Because for-profits draw virtually all their revenue from student tuition fees, they tend to cherry-pick those courses offering the highest number of students at the lowest price (in terms of equipment costs), notes Frank Newman, a public policy professor and director of the Futures Project on higher education at Brown University in Rhode Island. Intensified competition from commercial providers on money-spinning courses could damage the viability of traditional institutions, he fears.

"For-profits are building a base of students - traditional institutions that don't sense the danger aren't paying attention. The effects are being masked by (heady general demand for) higher education, but once the bulge of students has worked its way through, the effects will be severe - in ten years, everyone's going to wake up with a big headache."

Lower-rung colleges coveting the same mass market face the greatest threat, says Philip Altbach, professor of higher education at Boston College, Massachusetts.

Lara Coturier, director of research at Brown's Futures Project, says there is ample precedent from liberalised higher education markets around the world. "In South Africa, for-profits came in and picked off the most lucrative courses. Public institutions were left to fulfil the public-service courses such as medicine that society needs but are expensive to offer." Newman says that a similar situation in New Zealand left three public institutions - the Central Institute of Technology, Wairarapa Community Polytechnic and Wanganui Polytechnic - virtually insolvent and forced them to be consolidated into other public institutions.

Traditional institutions underestimate commercial providers at their peril, Newman adds, observing that Phoenix and its kin have already bridged a huge credibility gap. "Ten years ago, everyone would have said (Phoenix) was, if lucky, second class - more likely fifth class. But they've proven that they can do some things that even the best (non-profits) are not doing."

"One thing for-profits do very well is customer service," Newman concedes.

Gallagher agrees. "For-profits are focused on outcomes - what has the student learnt? What can they take away and bring back to their career and life?" he says.

Gallagher adds that the student demand for results ensures quality of academic standards. "People tend to think for-profits cut corners in the pursuit of profit, but institutions (would not) be successful unless they generated positive student outcomes and experience. For-profits couldn't be in business unless they delivered quality education."

That view is not shared by all accreditation bodies, many of which remain unconvinced about the quality of proprietary institutions. Although Phoenix has been praised by the North Central Association, which also accredits the likes of the University of Chicago and Northwestern University, the American Bar Association does not recognise law degrees from Sylvan's online Concord Law School, and no for-profit business school has been approved by the Association to Advance Collegiate Schools of Business.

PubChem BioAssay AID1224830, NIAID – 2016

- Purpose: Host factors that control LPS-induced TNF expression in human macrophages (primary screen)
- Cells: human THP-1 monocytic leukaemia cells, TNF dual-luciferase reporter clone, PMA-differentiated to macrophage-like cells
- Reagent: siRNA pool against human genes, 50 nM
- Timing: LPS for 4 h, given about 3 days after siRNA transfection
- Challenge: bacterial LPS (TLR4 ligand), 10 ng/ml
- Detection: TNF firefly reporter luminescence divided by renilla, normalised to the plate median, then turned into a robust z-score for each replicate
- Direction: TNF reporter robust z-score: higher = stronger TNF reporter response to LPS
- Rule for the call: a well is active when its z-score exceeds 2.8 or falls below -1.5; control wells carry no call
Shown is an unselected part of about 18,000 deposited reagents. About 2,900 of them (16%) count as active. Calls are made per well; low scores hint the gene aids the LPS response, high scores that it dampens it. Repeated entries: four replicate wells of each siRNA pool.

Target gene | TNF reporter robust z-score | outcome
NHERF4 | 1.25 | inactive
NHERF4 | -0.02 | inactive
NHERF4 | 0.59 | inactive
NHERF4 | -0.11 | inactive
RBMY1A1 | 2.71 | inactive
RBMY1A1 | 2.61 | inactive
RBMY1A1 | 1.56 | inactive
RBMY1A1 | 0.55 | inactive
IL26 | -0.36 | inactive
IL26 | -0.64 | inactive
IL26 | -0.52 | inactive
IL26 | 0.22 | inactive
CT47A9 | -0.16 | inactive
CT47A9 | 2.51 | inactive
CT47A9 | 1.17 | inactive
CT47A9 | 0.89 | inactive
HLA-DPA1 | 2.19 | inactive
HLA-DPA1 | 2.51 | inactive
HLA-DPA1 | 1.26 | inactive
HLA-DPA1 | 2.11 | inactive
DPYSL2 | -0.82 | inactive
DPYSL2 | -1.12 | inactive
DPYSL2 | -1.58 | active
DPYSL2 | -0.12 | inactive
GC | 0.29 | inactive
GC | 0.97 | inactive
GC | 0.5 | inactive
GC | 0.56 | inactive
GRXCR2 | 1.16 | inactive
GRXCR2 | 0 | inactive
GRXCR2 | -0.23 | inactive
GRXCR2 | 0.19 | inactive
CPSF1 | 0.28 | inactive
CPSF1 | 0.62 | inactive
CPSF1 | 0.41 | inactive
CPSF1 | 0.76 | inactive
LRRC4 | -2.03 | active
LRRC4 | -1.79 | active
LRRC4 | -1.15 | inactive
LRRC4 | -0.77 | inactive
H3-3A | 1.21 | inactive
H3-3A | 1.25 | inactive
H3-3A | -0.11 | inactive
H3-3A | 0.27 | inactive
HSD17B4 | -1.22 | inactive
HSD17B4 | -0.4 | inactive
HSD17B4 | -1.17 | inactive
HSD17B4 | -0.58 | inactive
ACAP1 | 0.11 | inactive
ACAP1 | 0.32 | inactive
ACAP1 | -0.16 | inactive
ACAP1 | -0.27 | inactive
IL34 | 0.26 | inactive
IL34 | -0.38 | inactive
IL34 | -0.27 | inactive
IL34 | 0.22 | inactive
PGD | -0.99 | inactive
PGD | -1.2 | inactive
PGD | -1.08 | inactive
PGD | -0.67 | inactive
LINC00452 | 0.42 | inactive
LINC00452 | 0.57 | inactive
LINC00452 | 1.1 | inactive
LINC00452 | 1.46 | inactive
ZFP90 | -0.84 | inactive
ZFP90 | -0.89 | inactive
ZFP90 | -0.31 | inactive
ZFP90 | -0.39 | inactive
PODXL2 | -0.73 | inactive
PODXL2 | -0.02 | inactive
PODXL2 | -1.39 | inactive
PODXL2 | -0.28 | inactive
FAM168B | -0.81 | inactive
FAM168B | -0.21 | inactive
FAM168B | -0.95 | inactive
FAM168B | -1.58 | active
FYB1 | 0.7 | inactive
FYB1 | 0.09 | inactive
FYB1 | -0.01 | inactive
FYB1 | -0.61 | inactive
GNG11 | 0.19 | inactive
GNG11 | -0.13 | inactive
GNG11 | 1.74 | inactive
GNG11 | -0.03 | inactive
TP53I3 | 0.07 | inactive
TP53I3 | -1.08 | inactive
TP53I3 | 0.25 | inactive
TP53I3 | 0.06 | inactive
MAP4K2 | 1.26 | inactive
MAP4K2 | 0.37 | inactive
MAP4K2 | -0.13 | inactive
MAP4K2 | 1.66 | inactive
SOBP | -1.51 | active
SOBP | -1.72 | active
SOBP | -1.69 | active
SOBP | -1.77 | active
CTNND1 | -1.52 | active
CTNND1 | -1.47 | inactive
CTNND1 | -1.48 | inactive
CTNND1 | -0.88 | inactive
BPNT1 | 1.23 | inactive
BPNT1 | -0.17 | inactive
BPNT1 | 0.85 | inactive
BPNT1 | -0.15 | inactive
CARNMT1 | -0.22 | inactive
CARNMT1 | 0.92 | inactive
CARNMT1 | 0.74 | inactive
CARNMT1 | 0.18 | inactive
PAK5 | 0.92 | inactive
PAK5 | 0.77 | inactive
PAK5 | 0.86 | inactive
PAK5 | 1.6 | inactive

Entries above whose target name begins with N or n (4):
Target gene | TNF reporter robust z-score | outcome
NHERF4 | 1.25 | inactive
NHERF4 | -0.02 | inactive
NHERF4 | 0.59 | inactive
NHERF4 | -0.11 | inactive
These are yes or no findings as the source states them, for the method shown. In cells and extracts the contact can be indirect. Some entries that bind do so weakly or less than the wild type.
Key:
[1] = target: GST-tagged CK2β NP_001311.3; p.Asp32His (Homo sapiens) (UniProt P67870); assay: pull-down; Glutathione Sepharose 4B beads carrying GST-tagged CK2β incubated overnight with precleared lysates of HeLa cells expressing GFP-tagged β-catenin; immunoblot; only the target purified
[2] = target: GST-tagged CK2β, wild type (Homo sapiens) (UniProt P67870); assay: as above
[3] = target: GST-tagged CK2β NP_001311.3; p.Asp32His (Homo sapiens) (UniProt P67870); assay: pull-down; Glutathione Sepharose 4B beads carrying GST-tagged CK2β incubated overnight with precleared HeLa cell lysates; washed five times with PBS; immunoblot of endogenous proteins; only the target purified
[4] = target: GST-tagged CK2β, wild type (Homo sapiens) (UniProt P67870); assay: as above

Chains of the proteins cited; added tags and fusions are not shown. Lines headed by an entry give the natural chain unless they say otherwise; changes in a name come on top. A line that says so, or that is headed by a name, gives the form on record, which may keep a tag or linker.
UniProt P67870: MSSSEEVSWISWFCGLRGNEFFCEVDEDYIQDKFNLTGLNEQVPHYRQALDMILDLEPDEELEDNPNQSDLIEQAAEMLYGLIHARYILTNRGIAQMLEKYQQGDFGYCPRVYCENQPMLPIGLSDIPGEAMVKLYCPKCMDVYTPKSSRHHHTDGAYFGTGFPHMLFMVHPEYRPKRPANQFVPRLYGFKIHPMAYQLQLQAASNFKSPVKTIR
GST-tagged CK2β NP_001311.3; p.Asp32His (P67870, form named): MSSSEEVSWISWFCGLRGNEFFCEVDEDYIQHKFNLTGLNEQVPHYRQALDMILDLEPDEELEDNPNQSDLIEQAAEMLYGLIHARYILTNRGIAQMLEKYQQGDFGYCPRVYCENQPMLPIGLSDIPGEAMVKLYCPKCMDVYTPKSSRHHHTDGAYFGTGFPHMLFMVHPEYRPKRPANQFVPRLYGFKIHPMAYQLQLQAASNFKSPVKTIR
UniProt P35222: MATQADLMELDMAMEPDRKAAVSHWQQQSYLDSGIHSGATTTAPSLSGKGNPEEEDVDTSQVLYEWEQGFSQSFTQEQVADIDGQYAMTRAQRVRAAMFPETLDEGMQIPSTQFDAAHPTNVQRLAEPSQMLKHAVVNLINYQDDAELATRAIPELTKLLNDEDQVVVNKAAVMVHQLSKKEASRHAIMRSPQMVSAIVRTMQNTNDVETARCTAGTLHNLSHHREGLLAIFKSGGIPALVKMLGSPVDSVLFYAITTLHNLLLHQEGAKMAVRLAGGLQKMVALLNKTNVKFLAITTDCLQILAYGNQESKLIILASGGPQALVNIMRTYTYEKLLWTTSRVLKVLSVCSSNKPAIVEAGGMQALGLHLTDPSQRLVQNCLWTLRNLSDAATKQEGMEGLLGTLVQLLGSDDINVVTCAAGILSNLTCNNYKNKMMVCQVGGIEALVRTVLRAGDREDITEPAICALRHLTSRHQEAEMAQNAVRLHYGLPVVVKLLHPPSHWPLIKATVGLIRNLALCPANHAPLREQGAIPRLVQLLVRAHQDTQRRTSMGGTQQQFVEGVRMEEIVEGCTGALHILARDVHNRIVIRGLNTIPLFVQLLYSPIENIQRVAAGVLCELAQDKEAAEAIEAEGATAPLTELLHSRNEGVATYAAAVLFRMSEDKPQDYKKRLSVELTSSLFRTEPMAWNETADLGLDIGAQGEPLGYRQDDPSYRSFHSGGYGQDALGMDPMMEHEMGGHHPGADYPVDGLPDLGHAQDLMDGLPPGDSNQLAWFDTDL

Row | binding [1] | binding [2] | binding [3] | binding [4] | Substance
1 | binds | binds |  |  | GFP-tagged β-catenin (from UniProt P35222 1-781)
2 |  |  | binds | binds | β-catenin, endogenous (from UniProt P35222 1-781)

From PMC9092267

The job of policing quality will only get tougher as the international market of private-sector education organisations grows, Coturier says. "The opportunity for students not to know how well vetted institutions are multiplies dramatically."

And it is the international market, specifically the developing world, that the commercial outfits have their eyes on. Unlike the US and the UK, where the school-leavers market has been largely sewn up by traditional universities, the market is wide open in developing countries. "Demand for post-secondary education far exceeds supply (driven) by the increased number of college-age people, the rise of a middle-class understanding of the returns on education and the increasing technological demands on the workforce," says Chris Symanoskie, communications director at Sylvan, which has assembled an international network of campuses focused on Latin America.

Sylvan, based in Baltimore, Maryland, is recruiting students straight from school in Chile, Mexico, Costa Rica and Panama, says Symanoskie, who emphasises that native administrators and instructors are used.

The spectre of multinational companies supplanting indigenous institutions in developing nations is disquieting to Altbach. "How are (these countries) going to maintain their intellectual autonomy?" he asks.

Echoing the debate on what constitutes a university that erupted in Britain recently when the government proposed conferring degree-granting powers on private businesses, Altbach dubs the growth of for-profits "the rise of the 'pseudo-university'".

"They are not universities, they are training operations. These places do an effective job in niche markets catering for intellectually narrow interests, but university should be a place of inquiry where a range of degrees is offered - teach(ing) students to ask questions," he says.

Call them what you will, though, Gallagher suspects that if Britain permits commercial providers to compete with the traditional sector, they will make a go of it in some form or other. "America has one of the best higher education systems in the world, but for-profits are prospering. In the UK, if there are certain industries where demand for skilled workers is not being met, for-profits have the potential to succeed."